The agency is bringing new houses and homeowners into the deteriorating neighborhood.
By ROGER G. SMITH
CITY HALL REPORTER
YOUNGSTOWN -- None of the four streets in the six-block stretch looks dramatically different.
The South Side neighborhood is made up of mostly old, deteriorating single- and two-story homes between Glenwood Avenue and Hillman Street.
Some are shabbier than others. Paint is peeling, porch railings are rusting, gutters are falling off. A few are boarded up. The neighborhood encompassing Earle, Chicago, St. Louis and Sherwood avenues is dotted with now-vacant lots where homes of old stood.
It's from here that new houses and homeowners will spring.
Jubilee Urban Renewal Corp. has a ceremony Sunday marking the start of building 10 homes, but under a different arrangement than in the past.
Five houses will be rented under the usual setup to low- and moderate-income families who have the option to buy after 15 years.
The other five, however, will be sold to families with higher incomes looking for new, affordable housing in the city, said Star Dominick, the nonprofit agency's director.
The agency has built about 120 homes on the South and East Sides and rented them in recent years. The sale of tax credits that come from the federal government, city money and state aid all finance the construction.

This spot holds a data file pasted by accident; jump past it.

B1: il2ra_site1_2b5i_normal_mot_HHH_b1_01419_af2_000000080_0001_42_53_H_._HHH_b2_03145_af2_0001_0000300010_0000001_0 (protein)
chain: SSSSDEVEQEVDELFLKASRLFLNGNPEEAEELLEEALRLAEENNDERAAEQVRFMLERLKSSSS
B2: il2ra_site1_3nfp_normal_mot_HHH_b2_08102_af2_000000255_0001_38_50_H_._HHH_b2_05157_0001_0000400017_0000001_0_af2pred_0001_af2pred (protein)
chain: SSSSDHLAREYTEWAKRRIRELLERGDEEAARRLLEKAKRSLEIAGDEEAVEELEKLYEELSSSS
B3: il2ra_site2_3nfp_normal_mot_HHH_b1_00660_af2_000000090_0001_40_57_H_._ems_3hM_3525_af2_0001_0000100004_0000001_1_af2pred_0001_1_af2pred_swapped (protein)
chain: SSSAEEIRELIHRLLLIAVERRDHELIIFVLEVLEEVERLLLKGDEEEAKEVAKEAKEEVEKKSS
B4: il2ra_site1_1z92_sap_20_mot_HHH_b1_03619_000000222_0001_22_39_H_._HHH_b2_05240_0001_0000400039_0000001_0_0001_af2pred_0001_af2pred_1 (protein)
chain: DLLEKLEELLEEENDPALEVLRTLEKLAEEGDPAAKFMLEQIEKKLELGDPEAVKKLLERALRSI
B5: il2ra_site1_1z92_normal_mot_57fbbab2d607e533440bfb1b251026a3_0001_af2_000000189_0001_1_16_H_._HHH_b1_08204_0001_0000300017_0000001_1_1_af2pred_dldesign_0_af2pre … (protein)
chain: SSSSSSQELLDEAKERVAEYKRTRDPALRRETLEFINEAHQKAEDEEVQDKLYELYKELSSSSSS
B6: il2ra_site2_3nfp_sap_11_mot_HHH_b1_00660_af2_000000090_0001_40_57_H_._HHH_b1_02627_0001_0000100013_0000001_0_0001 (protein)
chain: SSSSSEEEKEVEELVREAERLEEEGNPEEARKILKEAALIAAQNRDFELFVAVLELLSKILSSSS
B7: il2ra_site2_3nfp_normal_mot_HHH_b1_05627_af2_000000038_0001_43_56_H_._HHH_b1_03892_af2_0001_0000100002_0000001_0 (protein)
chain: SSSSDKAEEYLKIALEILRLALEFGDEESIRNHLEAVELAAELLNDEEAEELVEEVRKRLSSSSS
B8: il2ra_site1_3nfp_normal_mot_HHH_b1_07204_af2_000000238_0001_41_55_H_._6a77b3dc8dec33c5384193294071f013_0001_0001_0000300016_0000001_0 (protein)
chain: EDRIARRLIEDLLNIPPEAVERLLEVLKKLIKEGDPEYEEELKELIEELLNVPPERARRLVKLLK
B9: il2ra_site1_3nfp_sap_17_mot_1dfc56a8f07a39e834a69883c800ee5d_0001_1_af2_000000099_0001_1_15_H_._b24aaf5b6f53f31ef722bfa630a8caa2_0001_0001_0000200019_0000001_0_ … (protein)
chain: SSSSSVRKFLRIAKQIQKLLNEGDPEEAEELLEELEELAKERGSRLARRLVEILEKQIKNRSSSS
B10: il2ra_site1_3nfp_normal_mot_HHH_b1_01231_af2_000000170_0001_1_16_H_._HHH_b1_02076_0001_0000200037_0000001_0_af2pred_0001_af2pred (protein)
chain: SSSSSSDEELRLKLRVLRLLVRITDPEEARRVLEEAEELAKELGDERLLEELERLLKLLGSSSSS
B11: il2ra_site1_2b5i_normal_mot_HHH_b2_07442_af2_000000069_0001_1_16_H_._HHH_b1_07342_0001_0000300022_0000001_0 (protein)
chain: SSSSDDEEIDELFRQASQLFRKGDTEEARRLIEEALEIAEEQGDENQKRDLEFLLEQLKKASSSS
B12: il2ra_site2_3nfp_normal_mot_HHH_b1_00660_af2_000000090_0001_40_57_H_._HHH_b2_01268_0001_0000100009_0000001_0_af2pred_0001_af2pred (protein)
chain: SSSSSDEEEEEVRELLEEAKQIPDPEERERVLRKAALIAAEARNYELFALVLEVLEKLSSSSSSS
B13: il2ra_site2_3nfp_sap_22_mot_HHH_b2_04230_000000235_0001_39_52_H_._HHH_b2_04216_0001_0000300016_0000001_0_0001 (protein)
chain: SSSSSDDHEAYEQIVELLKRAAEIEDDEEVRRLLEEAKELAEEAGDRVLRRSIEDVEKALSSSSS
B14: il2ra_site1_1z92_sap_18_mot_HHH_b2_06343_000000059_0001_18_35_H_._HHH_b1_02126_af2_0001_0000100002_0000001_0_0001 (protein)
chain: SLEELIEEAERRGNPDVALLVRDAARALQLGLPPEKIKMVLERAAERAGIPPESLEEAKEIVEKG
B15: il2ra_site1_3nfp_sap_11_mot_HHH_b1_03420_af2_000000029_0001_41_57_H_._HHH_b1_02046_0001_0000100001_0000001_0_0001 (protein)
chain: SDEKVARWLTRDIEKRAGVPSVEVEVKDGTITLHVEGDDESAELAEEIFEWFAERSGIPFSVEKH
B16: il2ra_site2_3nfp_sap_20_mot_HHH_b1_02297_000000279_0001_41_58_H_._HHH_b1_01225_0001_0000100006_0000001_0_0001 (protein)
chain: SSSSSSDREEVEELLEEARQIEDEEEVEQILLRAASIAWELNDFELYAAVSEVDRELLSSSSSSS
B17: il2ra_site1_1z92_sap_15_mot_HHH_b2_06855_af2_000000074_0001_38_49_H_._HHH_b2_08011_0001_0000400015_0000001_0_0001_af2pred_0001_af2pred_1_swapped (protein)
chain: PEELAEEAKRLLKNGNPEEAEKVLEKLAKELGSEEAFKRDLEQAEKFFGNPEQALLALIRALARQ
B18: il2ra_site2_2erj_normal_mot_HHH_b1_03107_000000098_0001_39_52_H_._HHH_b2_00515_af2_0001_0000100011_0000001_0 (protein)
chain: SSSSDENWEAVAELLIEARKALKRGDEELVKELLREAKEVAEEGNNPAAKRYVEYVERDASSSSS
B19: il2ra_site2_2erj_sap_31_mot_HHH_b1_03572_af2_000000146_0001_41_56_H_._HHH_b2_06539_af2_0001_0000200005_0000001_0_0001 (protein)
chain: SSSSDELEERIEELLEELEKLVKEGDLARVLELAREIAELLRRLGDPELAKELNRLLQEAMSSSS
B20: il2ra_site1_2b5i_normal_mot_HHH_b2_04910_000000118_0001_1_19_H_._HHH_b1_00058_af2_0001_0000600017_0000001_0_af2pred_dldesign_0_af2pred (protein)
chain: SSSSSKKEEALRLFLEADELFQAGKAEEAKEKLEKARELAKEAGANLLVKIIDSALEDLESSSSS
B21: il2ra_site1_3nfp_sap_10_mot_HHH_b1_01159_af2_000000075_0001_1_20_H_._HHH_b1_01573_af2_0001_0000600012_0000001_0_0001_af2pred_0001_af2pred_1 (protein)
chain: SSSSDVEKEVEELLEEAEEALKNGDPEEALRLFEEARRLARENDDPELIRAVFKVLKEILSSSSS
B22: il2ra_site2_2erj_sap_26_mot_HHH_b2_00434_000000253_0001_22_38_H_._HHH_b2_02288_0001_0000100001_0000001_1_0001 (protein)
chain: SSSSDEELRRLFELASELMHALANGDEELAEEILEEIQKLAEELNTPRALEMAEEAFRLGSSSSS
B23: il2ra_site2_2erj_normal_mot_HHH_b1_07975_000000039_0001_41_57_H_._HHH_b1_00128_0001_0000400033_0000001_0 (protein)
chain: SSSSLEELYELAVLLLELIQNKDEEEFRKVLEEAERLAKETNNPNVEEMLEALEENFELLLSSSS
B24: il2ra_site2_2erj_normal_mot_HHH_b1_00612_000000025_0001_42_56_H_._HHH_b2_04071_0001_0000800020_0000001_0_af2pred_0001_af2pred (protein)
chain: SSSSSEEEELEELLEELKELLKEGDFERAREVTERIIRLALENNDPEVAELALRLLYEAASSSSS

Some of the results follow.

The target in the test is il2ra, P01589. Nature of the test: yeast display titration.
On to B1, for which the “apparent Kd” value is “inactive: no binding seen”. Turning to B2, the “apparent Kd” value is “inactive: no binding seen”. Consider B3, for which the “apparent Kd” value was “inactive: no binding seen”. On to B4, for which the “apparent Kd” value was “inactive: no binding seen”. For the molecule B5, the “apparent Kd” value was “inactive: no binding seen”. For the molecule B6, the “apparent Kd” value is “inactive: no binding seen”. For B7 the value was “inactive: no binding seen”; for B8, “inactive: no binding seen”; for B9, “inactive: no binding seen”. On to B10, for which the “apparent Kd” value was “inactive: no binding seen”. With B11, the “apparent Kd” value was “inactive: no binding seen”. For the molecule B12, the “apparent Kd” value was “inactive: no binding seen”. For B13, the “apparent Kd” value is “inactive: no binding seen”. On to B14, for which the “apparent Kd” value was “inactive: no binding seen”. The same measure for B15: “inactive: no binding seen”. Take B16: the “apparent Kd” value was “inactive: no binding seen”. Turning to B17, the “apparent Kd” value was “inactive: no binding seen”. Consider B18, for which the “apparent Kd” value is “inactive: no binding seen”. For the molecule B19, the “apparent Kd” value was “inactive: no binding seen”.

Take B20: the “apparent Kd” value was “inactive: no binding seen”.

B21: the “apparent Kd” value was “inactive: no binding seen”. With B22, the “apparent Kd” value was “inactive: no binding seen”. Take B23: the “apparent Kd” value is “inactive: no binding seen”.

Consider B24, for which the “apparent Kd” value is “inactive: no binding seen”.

A first: Selling houses, however, is a first for Jubilee.
Demand leads the agency to follow the new path, Dominick said. Jubilee has a waiting list of people who were interested in new rental homes the agency built, but had incomes that were too high, she said.
Another nonprofit homebuilder, CHOICE, also will soon start putting up or renovating houses on the South Side that it will sell, rather than rent.
Jubilee's homebuyer program will work the same way, with government subsidies making the new construction affordable. A family will need to support a mortgage of about $556 a month to buy a Jubilee home, Dominick said.
Jubilee's five new market-rate houses won't be the end.
"It's something we expect to continue," she said. "I believe we have the families to fill them."
Each market-rate home will be built next to a new rental. That will give the renter some stability, she said. The hope is that the new houses will lead other homeowners to fix up their properties and stem the neighborhood deterioration, Dominick said.